Phillies

Phillies sign free agent Zack Wheeler to 5-year deal

Phillies sign free agent Zack Wheeler to 5-year deal

The Phillies have added a big arm to pair with Aaron Nola atop their starting pitching rotation.

Multiple sources have confirmed that the team has agreed on a five-year, $118 million deal with free-agent right-hander Zack Wheeler.

Wheeler joins Bryce Harper, Cliff Lee, Cole Hamels and Ryan Howard as the only players in Phillies history to receive contracts of $100 million or more.

Wheeler, 29, has been plagued by injuries and inconsistency in his career, but he possesses elite stuff — his 97-mph average velocity was fourth-best in the majors in 2019 — and is seen as a pitcher ready to blossom. The Phillies are banking on it happening with them.

Adding a pitcher who profiles near the top of the rotation was the Phillies’ No. 1 offseason objective, but they still have work to do if they are going to break a postseason drought that has reached eight seasons. Adding an infield bat such as Didi Gregorius is a high-priority item. The Phils are in talks with Gregorius. The team also continues to monitor the market for starting pitching, but probably for more of a low-ticket arm that could add depth.

In addition to a big fastball, Wheeler has excellent breaking stuff. He was the No. 6 overall pick by San Francisco in the 2009 draft. He was traded to the Mets two years later for Carlos Beltran, who is now the Mets manager. Wheeler is 44-38 with a 3.77 ERA in 126 career big-league starts. He will turn 30 in May.

Like all pitchers on long-term, big-money contracts, Wheeler comes with risk. He missed significant time recovering from Tommy John surgery in 2015 and 2016. He spent time on the injured list in 2017 and was briefly sidelined in 2019 with what was called shoulder fatigue. He rebounded quickly and was able to make 31 starts, but his health history can't be ignored. Still, this was a move that the Phillies, in win-now mode and desperate for starting pitching, had to make. When the dust settles on this free-agent winter, Wheeler’s contract could pale in comparison to what Gerrit Cole and Stephen Strasburg get.

Obviously, Cole and Strasburg are much more accomplished pitchers than Wheeler, but many evaluators see Wheeler as an ascending talent. He has been mostly healthy the last two seasons, going 23-15 with a 3.65 ERA in 60 starts for the Mets. He has pitched 182 1/3 and 195 1/3 innings, respectively, the last two seasons, a good sign after struggling with injuries early in his career.

Wheeler has gotten stronger as the last two seasons have progressed. He went 14-3 with a 2.26 ERA after the All-Star break the last two seasons. The Phillies, who have suffered big collapses the last two Septembers, could benefit from Wheeler's second-half prowess. He will join Nola, Jake Arrieta and Zach Eflin in an evolving starting rotation that could also include someone already in the organization or a low-profile addition in the coming weeks.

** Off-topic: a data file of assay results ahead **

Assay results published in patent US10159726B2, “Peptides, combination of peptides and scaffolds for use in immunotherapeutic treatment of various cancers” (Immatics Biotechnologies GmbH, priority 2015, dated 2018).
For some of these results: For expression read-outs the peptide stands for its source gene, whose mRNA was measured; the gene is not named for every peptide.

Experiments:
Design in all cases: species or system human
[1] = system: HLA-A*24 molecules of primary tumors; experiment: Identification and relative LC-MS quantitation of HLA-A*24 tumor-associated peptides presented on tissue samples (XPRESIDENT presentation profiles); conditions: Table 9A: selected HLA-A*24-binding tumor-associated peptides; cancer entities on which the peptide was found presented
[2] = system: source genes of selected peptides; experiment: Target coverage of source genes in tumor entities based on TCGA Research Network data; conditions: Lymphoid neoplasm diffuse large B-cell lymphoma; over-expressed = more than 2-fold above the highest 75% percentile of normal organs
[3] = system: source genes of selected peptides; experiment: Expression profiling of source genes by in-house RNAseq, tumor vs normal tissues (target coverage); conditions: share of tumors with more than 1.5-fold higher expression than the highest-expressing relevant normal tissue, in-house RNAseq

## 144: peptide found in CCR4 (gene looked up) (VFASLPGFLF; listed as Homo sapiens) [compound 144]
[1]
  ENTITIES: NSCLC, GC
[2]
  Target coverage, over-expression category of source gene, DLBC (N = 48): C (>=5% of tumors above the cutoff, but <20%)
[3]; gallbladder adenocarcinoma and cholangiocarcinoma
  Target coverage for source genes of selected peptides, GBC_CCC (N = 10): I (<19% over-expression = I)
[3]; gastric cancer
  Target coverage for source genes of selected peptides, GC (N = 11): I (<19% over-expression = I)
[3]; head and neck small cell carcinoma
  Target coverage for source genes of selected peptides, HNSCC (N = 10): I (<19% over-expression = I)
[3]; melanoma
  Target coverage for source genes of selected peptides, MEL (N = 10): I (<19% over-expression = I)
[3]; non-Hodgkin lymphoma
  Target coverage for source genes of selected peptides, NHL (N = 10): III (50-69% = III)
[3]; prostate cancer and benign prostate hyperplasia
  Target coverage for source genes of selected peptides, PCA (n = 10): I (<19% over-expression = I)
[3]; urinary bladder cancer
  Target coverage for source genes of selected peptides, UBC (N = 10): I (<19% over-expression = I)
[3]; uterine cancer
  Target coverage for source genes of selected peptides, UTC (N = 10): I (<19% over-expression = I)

Wheeler chose the Phillies over the Chicago White Sox. The Sox reportedly had more money on the table. Wheeler, who hails from Georgia, has family in New Jersey and that certainly did not hurt the Phillies' cause.

The Mets had extended Wheeler a $17.8 million qualifying offer for 2020 so the Phillies will forfeit their second pick in the June draft for signing him. The Phils have a new scouting director — former Yankees scout Brian Barber — and want to build through the draft. Forfeiting high-round draft picks is not conducive to that. But this was a price the Phils had to pay to address their need for pitching at the big-league level.

Click here to download the MyTeams App by NBC Sports! Receive comprehensive coverage of your teams and stream the Flyers, Sixers and Phillies games easily on your device.

More on the Phillies

Bryce Harper's headband collection continues to grow with latest design for his son

Bryce Harper's headband collection continues to grow with latest design for his son

Since his time in Philadelphia began just shy of one year ago, Bryce Harper has embraced the city with open arms from the moment he arrived.

One thing that Harper is known for, outside of crushing dingers and having a monster arm in right field, is his vast headband collection that was seen throughout the season.

It’s something that he carried over from his time in Washington, but let’s be honest — the ones that he has worn here have been way cooler.

Who can forget the iconic Phanatic one, that had just about every fan running to the closest team store or taking to their phones to place an order for their own.